The highlight of my recent four-day trip to New York – a trip crammed with visits to the U.S. Open, a Mets game at Citi Field, a Kandinsky exhibit at the Guggenheim, a guided bus tour through Uptown and Harlem and revisiting my three favorite places in Manhattan (Bryant Park, Central Park and Grand Central Station) – was actually the overnight train ride home.

Exiting the Lake Shore Limited at South Bend, Indiana.

I have written before about the magic of train travel. I have described the powerful feelings it evokes and tried to nail down why it is so mesmerizing and even important. But I’ve never really subjected the experience to careful analysis. What is it about trains that I so love?

Riding home 18 hours Monday and Tuesday on Amtrak train # 49, the famed and historic Lake Shore Limited, from the Moynihan Train Hall in midtown Manhattan to Union Station just west of the Loop, I had the time, incentive and source material at hand to figure it out. Here’s what I came up with:

1. Historical. As a kid I took my first overnight train ride from New York City to summer camp in Harrison, Maine. It was a revelation, a bursting plenitude of sensual delights: the visual appeal of riding through upstate New York and New England, the sense of freedom to a 10-year-old, the sounds of the horn blowing and the clickety-clack of the wheels on the tracks. There is only one first time, and this one was transformative.

2. Mathematical. This may sound strange but I’m convinced there’s a geometric mystique to trains. Tracks are of course parallel lines, but in the far distance they converge, forming a visual triangle. Curious: parallel lines that intersect both in the distance and in the future.

3. Tranquil. Plane rides are fraught with anxiety. The long lead times to get to the airport, the lengthy lines and inconvenience of security checks, the crammed and claustrophobic feeling inside the cabin, the surge of fear on takeoff and landing, the terror of sudden and unexpected turbulence: it’s an experience endured but not enjoyed. Trains are a romp by comparison, a vacation from all that. Everything about a train trip spells tranquility. Take a moment worthy of Monet, the morning sunlight dappling the tassels a pale orange in the cornfields across west Indiana.

Train car attendant Leroy, a friendly and helpful Amtrak veteran. Credit: Les Jacobson

4. The accidental convergences. You can meet people on planes and buses, of course, but not like trains, where the gentle rolling of the cars, the length of the journeys and the assigned seating in the dining car encourage and stimulate new connections. I chatted with Mary and Linda in the sleeping car across from mine. They were headed to the Chicon Sci-Fi convention in Chicago. Mary casually mentioned an episode on a plane trip to London during which her heart stopped for eight seconds – an A-fib emergency – and she passed out. Linda thought she was dead. When Mary came to they moved her to first class so she could lie down. “it’s OK now,” Mary said cheerfully, “I have a pacemaker.”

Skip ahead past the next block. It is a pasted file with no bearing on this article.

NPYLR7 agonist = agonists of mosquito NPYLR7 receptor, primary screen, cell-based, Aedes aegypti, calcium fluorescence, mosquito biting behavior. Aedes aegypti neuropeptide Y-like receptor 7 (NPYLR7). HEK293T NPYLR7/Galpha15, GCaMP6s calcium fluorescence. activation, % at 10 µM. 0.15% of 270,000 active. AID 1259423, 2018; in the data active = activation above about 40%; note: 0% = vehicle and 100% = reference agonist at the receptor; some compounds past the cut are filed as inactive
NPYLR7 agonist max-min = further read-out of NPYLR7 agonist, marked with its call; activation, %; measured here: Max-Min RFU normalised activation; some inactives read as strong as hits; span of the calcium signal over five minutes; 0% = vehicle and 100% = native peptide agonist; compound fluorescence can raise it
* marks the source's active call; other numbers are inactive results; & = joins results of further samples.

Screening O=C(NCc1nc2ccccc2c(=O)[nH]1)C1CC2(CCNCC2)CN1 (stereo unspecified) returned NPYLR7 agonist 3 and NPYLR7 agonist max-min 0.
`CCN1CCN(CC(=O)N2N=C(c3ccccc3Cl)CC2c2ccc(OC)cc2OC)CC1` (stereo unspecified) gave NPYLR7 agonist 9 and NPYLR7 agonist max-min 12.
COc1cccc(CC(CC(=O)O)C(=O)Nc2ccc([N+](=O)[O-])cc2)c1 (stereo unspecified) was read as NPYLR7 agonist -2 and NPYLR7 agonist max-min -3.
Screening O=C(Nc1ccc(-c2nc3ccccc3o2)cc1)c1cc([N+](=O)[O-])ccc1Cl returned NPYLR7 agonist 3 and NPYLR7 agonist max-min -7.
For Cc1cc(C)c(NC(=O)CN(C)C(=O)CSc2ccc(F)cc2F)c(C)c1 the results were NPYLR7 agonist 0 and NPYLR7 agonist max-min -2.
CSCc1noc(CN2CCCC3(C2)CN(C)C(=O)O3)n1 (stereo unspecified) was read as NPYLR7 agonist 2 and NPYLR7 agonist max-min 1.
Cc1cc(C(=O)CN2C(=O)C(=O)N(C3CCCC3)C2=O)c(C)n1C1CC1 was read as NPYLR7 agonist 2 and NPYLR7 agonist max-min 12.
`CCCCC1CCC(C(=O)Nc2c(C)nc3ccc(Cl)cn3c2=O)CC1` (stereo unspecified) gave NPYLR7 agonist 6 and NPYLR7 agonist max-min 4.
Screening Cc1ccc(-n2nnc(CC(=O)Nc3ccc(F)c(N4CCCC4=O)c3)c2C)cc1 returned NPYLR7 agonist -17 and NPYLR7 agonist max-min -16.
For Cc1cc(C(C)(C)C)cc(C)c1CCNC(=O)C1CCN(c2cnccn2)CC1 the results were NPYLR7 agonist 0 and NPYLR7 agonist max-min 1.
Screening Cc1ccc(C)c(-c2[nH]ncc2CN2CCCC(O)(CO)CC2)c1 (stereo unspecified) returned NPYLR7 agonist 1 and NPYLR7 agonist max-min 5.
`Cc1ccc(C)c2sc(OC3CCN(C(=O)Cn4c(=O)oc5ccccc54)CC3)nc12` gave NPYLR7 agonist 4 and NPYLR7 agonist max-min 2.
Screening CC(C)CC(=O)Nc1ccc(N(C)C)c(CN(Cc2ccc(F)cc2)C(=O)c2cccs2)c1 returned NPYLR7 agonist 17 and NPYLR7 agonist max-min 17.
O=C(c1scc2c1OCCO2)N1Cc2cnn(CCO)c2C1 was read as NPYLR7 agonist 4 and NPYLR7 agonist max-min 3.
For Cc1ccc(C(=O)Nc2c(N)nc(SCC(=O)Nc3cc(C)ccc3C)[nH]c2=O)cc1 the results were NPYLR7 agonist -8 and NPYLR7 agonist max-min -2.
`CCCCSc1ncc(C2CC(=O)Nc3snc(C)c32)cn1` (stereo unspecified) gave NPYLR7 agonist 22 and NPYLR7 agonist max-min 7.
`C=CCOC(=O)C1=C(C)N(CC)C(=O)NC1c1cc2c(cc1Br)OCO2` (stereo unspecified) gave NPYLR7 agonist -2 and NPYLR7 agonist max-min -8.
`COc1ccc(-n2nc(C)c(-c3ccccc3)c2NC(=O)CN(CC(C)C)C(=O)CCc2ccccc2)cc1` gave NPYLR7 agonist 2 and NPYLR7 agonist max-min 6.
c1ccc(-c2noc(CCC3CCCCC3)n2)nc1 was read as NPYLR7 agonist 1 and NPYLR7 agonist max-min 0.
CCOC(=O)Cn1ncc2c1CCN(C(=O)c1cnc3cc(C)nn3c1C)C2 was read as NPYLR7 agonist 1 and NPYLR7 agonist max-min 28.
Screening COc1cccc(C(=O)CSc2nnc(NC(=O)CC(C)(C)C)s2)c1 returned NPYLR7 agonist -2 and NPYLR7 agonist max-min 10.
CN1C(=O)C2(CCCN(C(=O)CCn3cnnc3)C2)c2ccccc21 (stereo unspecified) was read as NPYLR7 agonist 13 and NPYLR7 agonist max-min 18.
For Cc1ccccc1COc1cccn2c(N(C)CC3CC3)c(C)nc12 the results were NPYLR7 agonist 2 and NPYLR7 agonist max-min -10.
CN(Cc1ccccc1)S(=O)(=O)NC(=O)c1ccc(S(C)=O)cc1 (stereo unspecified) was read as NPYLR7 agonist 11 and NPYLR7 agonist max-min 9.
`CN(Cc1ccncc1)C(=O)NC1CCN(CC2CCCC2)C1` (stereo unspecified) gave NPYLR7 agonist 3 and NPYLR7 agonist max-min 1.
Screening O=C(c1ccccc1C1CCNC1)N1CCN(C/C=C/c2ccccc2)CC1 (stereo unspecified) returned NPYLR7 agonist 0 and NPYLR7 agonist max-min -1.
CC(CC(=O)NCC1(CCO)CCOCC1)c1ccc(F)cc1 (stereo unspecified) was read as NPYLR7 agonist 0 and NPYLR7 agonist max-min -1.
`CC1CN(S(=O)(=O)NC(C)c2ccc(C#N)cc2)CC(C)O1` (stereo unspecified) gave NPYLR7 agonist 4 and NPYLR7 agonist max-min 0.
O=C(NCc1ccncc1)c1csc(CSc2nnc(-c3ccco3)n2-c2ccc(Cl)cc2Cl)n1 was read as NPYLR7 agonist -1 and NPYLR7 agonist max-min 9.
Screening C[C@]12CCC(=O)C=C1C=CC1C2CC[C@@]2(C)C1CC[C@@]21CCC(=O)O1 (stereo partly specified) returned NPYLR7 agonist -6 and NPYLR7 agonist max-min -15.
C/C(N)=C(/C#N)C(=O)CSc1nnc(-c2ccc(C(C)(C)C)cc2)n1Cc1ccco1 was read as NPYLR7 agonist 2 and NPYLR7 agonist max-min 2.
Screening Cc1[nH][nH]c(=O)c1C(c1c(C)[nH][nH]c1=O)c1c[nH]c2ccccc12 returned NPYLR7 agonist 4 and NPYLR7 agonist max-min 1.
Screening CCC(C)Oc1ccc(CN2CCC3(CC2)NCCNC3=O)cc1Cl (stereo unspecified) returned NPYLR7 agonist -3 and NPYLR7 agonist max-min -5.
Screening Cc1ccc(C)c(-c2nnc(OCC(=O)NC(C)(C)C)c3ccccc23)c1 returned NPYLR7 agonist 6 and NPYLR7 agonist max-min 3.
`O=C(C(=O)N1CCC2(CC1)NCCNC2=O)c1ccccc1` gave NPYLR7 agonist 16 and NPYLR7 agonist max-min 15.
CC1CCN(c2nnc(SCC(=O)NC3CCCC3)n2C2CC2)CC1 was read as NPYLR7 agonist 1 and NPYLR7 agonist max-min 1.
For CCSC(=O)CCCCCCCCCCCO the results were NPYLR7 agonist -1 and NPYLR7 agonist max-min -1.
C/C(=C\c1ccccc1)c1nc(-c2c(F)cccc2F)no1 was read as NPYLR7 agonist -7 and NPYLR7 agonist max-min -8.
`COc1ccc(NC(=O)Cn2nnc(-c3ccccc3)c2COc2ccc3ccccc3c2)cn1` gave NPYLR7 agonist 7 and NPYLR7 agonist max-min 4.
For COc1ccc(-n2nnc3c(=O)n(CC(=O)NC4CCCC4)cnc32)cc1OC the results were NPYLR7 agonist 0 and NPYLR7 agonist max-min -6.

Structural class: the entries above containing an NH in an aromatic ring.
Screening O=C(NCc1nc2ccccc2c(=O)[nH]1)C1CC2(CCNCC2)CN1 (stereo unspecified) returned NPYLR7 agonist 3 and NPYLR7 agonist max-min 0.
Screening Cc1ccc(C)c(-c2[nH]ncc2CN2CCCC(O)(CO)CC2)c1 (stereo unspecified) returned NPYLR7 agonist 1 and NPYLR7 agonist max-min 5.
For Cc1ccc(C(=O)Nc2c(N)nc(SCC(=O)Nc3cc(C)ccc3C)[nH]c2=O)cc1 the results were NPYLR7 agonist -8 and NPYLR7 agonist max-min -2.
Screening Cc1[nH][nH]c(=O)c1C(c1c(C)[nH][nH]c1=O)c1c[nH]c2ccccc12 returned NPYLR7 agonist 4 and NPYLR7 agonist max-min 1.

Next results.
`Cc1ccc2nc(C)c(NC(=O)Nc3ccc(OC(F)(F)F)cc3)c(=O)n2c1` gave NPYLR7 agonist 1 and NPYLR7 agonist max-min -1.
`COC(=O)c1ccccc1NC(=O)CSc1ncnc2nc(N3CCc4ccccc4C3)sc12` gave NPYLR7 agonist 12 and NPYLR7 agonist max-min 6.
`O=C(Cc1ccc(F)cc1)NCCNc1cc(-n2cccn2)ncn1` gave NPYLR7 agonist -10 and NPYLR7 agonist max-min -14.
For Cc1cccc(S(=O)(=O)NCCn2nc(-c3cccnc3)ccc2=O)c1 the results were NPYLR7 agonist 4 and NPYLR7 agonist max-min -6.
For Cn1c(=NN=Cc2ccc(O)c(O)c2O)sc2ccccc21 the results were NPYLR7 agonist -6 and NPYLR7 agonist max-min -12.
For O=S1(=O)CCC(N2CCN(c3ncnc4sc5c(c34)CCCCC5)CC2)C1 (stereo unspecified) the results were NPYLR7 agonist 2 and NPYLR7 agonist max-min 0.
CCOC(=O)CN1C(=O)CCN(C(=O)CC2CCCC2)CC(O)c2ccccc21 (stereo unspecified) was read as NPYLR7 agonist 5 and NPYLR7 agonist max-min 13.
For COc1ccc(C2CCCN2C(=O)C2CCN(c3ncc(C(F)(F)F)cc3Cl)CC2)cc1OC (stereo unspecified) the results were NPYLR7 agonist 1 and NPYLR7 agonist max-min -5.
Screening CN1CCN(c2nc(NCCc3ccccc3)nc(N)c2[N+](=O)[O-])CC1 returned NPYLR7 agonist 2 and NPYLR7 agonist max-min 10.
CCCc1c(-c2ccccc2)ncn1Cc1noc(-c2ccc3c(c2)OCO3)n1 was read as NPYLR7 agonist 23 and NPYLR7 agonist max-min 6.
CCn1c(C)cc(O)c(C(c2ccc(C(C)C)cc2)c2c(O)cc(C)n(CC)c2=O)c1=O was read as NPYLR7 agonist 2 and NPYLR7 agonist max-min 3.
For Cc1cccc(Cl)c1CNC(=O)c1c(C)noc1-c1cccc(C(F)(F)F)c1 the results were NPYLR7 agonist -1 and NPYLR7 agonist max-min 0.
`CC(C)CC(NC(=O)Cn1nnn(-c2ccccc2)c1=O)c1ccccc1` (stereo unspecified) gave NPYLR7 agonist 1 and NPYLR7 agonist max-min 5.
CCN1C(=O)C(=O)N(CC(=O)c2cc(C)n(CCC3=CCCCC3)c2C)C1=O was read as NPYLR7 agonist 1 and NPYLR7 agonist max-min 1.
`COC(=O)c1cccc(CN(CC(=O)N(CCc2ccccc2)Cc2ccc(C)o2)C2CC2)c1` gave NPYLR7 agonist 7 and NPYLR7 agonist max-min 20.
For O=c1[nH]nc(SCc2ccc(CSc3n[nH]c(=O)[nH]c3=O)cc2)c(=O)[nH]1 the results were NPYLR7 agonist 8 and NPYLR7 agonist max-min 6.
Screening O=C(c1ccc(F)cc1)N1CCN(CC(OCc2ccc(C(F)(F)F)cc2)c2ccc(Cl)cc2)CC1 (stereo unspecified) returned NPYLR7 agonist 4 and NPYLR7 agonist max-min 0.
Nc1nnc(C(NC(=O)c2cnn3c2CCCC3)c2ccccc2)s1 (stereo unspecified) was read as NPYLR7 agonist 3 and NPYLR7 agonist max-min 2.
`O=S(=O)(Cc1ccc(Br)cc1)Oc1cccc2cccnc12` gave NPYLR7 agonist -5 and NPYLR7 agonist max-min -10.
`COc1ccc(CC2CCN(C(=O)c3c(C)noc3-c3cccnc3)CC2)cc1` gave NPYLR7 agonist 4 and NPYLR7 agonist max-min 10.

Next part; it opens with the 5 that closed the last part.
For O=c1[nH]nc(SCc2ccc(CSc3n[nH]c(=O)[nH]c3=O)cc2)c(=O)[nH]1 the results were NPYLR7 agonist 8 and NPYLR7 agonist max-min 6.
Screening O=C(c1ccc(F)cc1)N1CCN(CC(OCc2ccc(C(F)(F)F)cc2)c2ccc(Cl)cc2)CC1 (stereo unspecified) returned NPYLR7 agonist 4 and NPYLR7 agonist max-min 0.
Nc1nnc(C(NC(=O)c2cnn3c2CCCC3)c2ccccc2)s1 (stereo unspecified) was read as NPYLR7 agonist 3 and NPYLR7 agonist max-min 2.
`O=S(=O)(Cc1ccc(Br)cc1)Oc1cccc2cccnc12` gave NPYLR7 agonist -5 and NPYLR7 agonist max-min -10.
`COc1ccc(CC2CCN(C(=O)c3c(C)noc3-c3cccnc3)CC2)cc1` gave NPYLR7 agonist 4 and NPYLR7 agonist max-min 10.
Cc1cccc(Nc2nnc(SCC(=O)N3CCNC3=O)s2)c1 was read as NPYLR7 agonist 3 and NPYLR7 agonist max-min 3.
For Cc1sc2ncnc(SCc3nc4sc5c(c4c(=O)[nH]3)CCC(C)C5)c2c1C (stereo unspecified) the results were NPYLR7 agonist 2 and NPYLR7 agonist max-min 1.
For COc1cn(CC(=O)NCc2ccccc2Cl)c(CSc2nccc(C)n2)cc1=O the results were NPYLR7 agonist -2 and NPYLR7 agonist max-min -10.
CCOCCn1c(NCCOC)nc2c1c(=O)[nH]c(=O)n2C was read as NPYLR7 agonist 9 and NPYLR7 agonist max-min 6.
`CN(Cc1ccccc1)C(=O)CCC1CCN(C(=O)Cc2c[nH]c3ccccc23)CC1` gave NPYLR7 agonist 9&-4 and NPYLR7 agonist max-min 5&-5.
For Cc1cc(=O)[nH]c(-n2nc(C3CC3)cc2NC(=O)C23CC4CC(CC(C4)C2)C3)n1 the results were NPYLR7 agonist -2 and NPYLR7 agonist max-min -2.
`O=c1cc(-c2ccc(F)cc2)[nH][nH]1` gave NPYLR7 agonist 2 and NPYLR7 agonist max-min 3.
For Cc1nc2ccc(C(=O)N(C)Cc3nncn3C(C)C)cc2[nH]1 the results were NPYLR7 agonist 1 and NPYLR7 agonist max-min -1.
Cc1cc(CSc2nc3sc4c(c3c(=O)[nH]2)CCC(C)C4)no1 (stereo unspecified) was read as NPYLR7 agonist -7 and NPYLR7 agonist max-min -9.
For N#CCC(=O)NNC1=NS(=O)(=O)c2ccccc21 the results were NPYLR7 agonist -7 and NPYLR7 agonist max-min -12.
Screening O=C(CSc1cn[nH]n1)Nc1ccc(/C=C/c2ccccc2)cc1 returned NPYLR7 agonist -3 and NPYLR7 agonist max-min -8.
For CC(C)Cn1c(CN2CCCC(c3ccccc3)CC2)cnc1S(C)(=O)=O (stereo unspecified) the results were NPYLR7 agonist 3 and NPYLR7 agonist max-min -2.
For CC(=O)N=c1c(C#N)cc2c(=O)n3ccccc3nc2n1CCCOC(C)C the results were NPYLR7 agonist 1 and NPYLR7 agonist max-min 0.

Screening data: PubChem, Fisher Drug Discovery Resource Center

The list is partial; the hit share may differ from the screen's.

Our train car attendant, Leroy, told me of working for Amtrak more than 20 years. It has it downsides, he said. “But I enjoy the camaraderie.”

5. The imaginative convergences. Train rides give passengers the time and opportunity to witness how others live. From your window you see and ponder backyards and junk yards, homes and factories, stores and streets, power stations and schools, all streaming by in a rich and constant parade of images and people. What are their lives and their work and their experiences like?

Monet-like imagery in the pale orange of the tassels in the rolling cornfields of western Indiana. Credit: Les Jacobson

Seeing how others live helps train the eye and imagination to pierce the veil of our ignorance of and indifference to other people. Of course this requires a leap of imagination that one could dismiss as trivial and superficial. How deep and profound can these fleeting moments of curiosity be?

But making the effort is a step toward understanding, something desperately needed in the chasm that divides red and blue America.

For all that, Amtrak is no joy ride. The sink in my compartment didn’t work, my dinner order got mixed up, and I didn’t get the sleeping car I wanted despite booking the ticket seven weeks in advance. No one could explain why.

But these are trivialities compared to the riches of relaxation and visual delight on every train ride I’ve ever taken. Most importantly, with every click of the track and sound of the horn we got access to a different America, one that deserves study and understanding.

Les is a longtime Evanstonian and RoundTable writer and editor. He won a Chicago Newspaper Guild best feature story award in 1975 for a story on elderly suicide and most recently four consecutive Northern...

One reply on “Les Jacobson: Converging lines, converging lives”

  1. It’s long been well-known that a train uses far less fuel and makes far less pollution per passenger mile than plane, car, or bus. As a National Park Service Trails and Rails volunteer ranger teaching on 3 Amtrak routes for a decade, I often saw much of what you describe as we walked by the seats or held forth in the cafe or sightseer lounge car. I also saw crews coping with difficulties rooted in large part in historic under-investment in infrastructure and maintenance compared to highways and air. I hope to be back in the air once and on the rails several times next year.

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